According to page 123 of ICANN's annual report:
d. Commitment to continued payment in the salary span of 50th to 75th percentile of for-profit market place of companies of a similar size and complexity to ICANN (the actual salary within this band determined by the individual's experience and talent and market position);
Note that the comparables have been "for-profit". This is obviously ridiculous, given the purported non-profit nature of ICANN, with its inherent job security. Indeed, ICANN has had major blunders, yet to my knowledge no staff were ever held accountable through termination or pay reductions.
The Economist magazine - Click to Enlarge
Source: Stephane Van GelderIn addition, by using the above criteria, ICANN staff know that they would personally benefit by increasing the size of the organization, thereby allowing themselves to be compared to a better "comparable" when determining compensation. This pro-size bias has already appeared to influenced ICANN policy formulation, for example rushing to roll out gTLDs which would bring in revenues to ICANN (and increased staff), despite the great opposition of the community. Indeed, ICANN appears to be promoting them as a fait accompli in media such as The Economist, with dog and pony shows to follow.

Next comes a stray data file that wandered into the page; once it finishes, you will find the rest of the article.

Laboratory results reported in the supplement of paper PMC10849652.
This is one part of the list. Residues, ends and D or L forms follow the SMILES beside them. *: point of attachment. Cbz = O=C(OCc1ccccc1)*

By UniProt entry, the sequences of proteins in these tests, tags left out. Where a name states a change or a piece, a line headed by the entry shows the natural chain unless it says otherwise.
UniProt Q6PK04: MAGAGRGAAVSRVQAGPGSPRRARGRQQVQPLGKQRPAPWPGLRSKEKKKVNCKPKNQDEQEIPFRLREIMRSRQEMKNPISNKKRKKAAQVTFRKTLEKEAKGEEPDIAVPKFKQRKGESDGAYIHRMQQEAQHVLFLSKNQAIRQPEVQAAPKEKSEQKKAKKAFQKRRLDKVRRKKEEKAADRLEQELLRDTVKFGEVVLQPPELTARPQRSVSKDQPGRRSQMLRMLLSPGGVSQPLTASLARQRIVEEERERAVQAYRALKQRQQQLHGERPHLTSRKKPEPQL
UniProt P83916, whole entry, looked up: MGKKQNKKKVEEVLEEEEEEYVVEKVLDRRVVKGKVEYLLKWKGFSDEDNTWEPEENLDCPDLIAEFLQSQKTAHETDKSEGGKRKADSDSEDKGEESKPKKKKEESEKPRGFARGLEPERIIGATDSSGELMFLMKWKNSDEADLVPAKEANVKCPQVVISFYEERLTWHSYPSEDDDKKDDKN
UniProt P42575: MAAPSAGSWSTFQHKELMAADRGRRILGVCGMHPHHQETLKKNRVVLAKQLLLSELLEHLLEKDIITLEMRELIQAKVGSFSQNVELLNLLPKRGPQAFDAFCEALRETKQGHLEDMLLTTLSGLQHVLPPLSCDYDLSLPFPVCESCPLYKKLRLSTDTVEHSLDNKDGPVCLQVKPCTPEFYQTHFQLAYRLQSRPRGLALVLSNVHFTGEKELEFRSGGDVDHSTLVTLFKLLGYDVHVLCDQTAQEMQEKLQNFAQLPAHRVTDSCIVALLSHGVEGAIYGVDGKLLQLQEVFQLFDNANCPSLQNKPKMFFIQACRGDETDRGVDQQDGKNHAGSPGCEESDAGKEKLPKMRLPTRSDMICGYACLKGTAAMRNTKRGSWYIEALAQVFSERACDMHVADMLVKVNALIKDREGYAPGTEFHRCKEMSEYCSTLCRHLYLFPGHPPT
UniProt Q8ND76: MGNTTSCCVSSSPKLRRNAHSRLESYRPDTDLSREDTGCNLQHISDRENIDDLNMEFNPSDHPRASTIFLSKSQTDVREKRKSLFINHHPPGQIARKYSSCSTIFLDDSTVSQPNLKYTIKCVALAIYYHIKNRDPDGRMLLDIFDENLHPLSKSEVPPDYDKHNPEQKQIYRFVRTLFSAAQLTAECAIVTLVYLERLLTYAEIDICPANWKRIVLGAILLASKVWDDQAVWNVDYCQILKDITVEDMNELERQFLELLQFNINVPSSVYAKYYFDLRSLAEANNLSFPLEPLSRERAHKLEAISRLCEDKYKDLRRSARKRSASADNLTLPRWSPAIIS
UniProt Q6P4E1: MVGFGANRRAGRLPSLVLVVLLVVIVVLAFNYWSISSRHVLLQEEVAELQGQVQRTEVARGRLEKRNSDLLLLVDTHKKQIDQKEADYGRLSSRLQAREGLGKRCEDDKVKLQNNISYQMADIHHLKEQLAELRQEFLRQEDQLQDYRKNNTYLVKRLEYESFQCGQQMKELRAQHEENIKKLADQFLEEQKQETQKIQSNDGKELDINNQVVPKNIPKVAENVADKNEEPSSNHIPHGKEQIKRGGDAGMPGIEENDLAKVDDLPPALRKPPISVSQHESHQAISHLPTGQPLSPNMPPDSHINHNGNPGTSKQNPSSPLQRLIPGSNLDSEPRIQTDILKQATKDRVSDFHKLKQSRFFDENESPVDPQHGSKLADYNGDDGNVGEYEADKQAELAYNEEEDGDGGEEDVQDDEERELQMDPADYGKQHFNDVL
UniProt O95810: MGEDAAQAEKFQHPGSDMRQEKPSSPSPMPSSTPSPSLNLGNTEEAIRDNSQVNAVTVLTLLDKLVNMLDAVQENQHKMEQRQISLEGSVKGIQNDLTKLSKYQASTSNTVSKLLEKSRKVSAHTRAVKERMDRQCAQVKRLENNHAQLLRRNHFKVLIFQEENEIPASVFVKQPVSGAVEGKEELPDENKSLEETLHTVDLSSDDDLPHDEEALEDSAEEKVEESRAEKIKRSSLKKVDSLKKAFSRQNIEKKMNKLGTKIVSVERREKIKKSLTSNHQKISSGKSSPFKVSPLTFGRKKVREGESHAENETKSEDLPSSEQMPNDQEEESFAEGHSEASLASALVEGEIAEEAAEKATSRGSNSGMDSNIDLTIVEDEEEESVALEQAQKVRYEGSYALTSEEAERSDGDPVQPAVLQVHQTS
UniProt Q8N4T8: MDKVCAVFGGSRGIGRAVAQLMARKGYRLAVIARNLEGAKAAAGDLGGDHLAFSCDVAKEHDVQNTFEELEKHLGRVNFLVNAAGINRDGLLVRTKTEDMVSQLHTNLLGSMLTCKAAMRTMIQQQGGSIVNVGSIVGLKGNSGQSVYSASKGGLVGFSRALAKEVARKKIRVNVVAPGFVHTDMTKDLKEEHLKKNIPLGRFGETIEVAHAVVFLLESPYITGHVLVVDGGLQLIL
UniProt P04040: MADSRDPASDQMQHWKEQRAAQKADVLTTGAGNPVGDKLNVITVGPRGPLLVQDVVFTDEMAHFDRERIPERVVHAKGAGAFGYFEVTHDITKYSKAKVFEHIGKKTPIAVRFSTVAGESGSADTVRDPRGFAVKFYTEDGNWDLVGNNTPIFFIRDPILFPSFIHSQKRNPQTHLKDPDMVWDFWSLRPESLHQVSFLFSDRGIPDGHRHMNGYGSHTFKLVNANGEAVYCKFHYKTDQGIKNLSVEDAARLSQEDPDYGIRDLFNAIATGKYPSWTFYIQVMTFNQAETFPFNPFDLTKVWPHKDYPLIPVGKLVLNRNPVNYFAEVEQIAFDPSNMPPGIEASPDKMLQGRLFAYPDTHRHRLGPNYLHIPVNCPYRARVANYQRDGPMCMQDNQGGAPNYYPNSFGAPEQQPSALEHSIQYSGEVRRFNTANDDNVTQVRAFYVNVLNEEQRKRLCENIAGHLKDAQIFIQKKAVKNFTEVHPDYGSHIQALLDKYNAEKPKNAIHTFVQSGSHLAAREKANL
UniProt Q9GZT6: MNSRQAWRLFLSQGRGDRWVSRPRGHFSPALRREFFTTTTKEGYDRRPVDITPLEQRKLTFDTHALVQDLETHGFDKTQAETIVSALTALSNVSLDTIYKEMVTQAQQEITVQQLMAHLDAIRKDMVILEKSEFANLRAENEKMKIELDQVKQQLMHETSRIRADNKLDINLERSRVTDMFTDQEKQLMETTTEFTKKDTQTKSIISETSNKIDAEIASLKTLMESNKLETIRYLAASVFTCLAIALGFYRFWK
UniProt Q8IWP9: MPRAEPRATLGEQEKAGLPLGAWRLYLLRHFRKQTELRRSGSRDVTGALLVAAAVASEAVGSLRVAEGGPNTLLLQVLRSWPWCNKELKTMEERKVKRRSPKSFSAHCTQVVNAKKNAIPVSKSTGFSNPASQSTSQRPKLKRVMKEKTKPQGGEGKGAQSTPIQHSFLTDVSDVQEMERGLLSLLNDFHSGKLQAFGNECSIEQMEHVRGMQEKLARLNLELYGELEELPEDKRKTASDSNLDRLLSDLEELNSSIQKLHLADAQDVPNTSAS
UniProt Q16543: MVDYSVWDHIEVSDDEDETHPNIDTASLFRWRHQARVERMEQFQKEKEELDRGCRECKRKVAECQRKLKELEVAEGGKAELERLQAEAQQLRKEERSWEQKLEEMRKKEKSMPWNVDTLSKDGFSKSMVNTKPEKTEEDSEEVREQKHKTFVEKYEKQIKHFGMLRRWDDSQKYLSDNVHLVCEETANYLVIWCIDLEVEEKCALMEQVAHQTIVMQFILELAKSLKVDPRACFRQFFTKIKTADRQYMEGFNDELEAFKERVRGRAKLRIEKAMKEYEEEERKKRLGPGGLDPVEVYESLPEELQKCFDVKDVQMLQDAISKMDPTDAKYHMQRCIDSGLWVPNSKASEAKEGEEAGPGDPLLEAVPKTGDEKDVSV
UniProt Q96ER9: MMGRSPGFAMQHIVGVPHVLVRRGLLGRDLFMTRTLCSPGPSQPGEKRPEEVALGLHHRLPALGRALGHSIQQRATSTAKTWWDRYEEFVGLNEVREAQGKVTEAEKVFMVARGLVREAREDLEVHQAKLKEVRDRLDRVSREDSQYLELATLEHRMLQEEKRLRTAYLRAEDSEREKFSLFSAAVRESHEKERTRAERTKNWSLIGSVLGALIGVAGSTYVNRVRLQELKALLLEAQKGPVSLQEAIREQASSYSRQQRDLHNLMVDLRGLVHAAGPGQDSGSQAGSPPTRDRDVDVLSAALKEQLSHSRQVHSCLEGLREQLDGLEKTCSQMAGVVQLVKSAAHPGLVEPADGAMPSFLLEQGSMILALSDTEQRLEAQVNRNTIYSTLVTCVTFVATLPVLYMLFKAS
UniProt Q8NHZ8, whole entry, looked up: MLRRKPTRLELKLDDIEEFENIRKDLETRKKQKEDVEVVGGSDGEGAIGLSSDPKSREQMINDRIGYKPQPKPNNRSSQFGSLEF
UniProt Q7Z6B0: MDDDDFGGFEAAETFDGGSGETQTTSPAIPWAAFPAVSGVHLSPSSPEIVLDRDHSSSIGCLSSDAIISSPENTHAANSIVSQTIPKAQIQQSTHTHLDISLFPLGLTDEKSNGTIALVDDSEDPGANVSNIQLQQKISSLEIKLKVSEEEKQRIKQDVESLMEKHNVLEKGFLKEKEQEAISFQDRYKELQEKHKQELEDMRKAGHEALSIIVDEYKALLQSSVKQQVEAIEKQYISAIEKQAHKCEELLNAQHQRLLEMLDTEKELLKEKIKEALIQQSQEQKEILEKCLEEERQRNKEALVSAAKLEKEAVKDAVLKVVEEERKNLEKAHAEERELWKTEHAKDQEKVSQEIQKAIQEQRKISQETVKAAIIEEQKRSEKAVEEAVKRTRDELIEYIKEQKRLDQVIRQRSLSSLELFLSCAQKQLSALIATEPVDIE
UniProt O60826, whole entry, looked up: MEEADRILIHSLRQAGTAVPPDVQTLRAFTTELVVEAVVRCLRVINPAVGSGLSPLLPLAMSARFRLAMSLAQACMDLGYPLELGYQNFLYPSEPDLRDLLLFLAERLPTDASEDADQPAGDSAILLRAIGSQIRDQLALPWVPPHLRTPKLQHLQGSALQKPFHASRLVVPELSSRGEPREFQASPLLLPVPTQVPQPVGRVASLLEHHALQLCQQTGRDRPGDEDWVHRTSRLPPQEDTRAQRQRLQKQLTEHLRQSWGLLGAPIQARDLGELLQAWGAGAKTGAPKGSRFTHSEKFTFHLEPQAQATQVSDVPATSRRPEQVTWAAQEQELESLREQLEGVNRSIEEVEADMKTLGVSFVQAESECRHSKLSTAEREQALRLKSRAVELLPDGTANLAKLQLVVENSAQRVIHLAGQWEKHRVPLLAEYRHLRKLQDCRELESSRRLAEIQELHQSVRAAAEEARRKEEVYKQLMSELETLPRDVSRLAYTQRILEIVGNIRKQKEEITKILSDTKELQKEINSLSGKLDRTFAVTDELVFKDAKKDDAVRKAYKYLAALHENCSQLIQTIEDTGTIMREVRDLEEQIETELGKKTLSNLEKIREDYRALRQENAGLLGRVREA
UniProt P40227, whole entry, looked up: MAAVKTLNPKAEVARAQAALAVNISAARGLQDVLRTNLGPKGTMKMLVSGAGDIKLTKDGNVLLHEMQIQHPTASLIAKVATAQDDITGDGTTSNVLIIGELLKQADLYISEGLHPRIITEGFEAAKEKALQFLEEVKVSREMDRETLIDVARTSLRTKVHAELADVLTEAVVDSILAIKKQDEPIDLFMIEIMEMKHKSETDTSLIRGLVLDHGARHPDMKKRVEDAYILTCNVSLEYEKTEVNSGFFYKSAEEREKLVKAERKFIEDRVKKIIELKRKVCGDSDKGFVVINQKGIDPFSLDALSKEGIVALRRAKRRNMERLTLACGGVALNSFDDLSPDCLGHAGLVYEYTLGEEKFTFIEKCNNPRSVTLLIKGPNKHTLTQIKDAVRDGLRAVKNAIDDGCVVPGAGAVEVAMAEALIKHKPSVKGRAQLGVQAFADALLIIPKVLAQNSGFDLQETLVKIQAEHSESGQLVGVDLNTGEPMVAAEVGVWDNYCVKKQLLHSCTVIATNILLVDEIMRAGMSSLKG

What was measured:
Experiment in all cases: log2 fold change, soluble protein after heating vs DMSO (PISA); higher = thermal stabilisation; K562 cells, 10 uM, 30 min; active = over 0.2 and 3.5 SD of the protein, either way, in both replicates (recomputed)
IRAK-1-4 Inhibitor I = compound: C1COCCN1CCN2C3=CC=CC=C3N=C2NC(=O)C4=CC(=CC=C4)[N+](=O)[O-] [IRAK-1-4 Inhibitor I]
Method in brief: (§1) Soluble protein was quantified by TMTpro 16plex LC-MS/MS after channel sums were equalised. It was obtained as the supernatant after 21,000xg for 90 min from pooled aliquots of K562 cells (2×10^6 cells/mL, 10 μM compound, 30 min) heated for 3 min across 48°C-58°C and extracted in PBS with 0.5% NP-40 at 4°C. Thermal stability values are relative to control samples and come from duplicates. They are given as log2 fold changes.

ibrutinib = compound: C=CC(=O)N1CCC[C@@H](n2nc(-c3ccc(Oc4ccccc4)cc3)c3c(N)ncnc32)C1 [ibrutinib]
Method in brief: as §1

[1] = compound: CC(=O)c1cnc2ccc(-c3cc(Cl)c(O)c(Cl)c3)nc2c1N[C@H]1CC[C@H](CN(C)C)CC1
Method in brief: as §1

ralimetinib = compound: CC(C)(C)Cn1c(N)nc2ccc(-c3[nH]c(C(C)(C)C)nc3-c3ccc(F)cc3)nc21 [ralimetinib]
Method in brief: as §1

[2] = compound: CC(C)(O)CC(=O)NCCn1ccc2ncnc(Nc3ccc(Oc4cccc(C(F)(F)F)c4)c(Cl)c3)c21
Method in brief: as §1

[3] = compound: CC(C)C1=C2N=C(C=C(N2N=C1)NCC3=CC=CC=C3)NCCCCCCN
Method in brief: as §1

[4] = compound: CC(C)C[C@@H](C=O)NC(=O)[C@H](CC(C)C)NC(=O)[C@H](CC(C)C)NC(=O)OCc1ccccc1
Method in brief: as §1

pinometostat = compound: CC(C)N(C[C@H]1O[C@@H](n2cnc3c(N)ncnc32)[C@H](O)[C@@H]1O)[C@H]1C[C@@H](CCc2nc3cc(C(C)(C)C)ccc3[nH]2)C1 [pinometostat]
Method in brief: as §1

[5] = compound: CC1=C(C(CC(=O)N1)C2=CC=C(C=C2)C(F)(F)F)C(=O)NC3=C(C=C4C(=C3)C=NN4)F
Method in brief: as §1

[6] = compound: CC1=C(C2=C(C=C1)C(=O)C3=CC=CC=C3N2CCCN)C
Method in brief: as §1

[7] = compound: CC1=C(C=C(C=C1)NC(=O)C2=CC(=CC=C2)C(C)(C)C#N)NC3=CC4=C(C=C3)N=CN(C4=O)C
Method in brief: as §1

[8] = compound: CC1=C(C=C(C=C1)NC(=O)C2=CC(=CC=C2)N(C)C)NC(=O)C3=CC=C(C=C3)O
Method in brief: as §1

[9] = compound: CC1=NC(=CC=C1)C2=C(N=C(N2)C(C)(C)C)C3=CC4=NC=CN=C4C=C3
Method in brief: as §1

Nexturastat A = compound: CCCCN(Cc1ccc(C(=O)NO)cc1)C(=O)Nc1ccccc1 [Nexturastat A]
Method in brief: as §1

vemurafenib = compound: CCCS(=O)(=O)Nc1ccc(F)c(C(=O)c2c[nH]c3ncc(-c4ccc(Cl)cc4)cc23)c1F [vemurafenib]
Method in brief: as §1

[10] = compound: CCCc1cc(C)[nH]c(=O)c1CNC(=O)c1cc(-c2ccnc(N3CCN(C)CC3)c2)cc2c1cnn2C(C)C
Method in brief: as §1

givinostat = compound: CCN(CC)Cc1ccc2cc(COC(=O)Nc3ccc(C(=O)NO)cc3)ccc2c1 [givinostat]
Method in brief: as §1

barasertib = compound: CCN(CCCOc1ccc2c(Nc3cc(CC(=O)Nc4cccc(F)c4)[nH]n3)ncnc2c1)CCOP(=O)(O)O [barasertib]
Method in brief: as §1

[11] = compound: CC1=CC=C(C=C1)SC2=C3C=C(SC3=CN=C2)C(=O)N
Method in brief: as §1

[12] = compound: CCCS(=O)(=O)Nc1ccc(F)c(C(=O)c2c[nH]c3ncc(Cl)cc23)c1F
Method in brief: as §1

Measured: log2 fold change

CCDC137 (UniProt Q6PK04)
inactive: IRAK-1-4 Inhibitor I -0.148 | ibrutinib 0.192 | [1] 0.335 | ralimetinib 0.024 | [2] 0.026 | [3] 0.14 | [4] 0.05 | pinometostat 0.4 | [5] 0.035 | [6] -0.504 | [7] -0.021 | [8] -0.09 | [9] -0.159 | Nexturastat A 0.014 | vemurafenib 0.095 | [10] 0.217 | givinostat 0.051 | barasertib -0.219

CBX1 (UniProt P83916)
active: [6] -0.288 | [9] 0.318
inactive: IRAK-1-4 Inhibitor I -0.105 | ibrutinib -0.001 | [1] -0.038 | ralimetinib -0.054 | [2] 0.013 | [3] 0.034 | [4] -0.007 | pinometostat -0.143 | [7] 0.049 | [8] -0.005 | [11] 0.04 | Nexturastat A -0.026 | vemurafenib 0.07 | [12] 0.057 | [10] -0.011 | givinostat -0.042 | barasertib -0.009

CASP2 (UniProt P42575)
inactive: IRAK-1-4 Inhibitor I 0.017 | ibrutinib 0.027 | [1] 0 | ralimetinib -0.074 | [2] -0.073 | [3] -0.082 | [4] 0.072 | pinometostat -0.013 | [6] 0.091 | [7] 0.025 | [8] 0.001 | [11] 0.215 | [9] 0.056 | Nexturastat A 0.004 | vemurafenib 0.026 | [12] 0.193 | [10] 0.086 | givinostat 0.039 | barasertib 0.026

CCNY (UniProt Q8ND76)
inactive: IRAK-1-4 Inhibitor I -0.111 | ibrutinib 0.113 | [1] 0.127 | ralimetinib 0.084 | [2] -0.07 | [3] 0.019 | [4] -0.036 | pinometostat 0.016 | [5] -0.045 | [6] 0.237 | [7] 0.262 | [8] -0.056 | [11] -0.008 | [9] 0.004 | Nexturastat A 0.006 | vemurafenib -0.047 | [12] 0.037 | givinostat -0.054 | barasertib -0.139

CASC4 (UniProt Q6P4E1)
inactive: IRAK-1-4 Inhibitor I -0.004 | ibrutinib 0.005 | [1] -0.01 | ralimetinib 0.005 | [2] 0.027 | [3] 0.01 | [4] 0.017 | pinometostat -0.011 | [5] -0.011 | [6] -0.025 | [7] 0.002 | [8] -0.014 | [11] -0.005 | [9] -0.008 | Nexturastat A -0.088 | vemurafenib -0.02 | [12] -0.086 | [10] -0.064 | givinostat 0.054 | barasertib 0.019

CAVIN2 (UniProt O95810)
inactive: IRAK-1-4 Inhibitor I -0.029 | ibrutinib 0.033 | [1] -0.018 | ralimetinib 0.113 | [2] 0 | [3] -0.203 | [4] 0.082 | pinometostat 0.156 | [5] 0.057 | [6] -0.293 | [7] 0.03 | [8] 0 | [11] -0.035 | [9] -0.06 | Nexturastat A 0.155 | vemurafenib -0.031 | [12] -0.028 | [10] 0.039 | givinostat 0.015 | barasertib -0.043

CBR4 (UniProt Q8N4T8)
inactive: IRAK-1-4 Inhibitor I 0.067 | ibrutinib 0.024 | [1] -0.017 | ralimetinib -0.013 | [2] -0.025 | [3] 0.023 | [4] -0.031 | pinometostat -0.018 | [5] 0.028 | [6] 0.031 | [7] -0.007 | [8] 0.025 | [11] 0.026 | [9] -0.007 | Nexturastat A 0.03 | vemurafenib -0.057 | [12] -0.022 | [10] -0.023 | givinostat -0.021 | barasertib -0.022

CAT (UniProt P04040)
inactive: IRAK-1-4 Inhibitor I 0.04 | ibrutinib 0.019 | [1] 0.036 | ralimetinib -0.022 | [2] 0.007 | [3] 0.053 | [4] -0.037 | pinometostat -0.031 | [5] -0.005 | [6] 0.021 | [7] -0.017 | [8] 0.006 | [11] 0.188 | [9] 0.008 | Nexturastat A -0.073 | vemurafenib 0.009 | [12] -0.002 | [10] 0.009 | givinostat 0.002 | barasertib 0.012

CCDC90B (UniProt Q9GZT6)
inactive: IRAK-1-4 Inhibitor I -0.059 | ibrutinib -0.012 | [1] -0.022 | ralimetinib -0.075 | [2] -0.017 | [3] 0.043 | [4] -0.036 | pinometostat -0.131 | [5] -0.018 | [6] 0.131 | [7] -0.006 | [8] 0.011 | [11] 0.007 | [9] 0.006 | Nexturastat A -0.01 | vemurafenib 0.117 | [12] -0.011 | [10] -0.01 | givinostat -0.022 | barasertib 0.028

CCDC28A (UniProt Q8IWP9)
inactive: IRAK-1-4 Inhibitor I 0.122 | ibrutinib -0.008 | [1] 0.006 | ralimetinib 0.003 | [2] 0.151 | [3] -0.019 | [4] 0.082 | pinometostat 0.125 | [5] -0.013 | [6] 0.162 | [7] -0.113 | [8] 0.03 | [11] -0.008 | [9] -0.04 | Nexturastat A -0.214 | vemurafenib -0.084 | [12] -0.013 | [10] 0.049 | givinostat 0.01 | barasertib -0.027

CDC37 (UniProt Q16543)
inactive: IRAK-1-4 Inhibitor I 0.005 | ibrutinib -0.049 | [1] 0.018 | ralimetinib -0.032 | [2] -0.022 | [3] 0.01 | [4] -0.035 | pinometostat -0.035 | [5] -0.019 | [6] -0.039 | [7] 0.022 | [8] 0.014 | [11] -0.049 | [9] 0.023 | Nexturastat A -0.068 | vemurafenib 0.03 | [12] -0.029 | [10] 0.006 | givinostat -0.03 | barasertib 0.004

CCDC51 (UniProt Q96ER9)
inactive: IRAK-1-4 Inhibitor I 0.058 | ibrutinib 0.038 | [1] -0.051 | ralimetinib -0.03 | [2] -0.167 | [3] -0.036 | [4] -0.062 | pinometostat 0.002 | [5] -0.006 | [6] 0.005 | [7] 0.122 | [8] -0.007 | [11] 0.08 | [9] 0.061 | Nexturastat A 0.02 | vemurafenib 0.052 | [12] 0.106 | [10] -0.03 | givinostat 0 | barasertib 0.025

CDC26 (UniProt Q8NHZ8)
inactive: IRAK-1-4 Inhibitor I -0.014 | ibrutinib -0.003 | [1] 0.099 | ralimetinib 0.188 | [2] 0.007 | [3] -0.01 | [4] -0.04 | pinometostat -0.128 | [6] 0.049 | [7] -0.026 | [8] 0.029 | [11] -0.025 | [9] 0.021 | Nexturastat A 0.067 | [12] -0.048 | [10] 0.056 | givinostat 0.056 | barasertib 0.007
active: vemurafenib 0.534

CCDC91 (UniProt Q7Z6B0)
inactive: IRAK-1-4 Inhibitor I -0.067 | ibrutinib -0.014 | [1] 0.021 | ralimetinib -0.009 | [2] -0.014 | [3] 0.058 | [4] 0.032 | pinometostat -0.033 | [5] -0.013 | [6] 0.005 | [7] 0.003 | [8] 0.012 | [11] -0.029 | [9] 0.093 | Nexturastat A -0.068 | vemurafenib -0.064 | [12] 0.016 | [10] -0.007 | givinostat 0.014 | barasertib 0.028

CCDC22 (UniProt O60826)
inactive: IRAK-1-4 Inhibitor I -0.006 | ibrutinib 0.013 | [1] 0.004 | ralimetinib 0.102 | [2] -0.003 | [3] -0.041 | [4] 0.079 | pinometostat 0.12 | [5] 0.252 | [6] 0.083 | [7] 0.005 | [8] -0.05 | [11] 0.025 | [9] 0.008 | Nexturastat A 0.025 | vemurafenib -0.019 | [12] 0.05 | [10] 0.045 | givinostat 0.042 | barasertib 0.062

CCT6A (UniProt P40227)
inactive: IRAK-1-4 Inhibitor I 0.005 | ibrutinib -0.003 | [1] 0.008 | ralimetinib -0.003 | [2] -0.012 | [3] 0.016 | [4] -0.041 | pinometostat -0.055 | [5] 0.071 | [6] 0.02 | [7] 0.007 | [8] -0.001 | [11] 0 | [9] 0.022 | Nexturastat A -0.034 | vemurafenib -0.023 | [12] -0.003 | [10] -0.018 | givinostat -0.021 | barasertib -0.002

We see this spendthrift attitude in the ICANN fellowship program, where money is thrown away, even repeatedly to prior fellows ("Nine of the fellows are alumni from the past 5 programmes") while constituencies get limited or no support when they bear the brunt of the real input into policy work.
In conclusion, these bad incentives need to be corrected, through a more appropriate set of compensation principles. For example, the comparables should only include government and non-profit agencies. It is clear that things would get even worse if ICANN were to have its independence from US government oversight, and thus that oversight should continue indefinitely. Indeed, it is a slap in the face of consumers and the public that ICANN staff are feasting as if they are in a dot-com bubble company, rather than demonstrating the conservative financial and policy principles of non-profits and government agencies that are accountable to the public. Given the current economy, I am confident that ICANN will have no problems replacing any ICANN staff members who resign due to a reduction in salary to a level comparable to those in government or in non-profits.
By George Kirikos, President, Leap of Faith Financial Services Inc.
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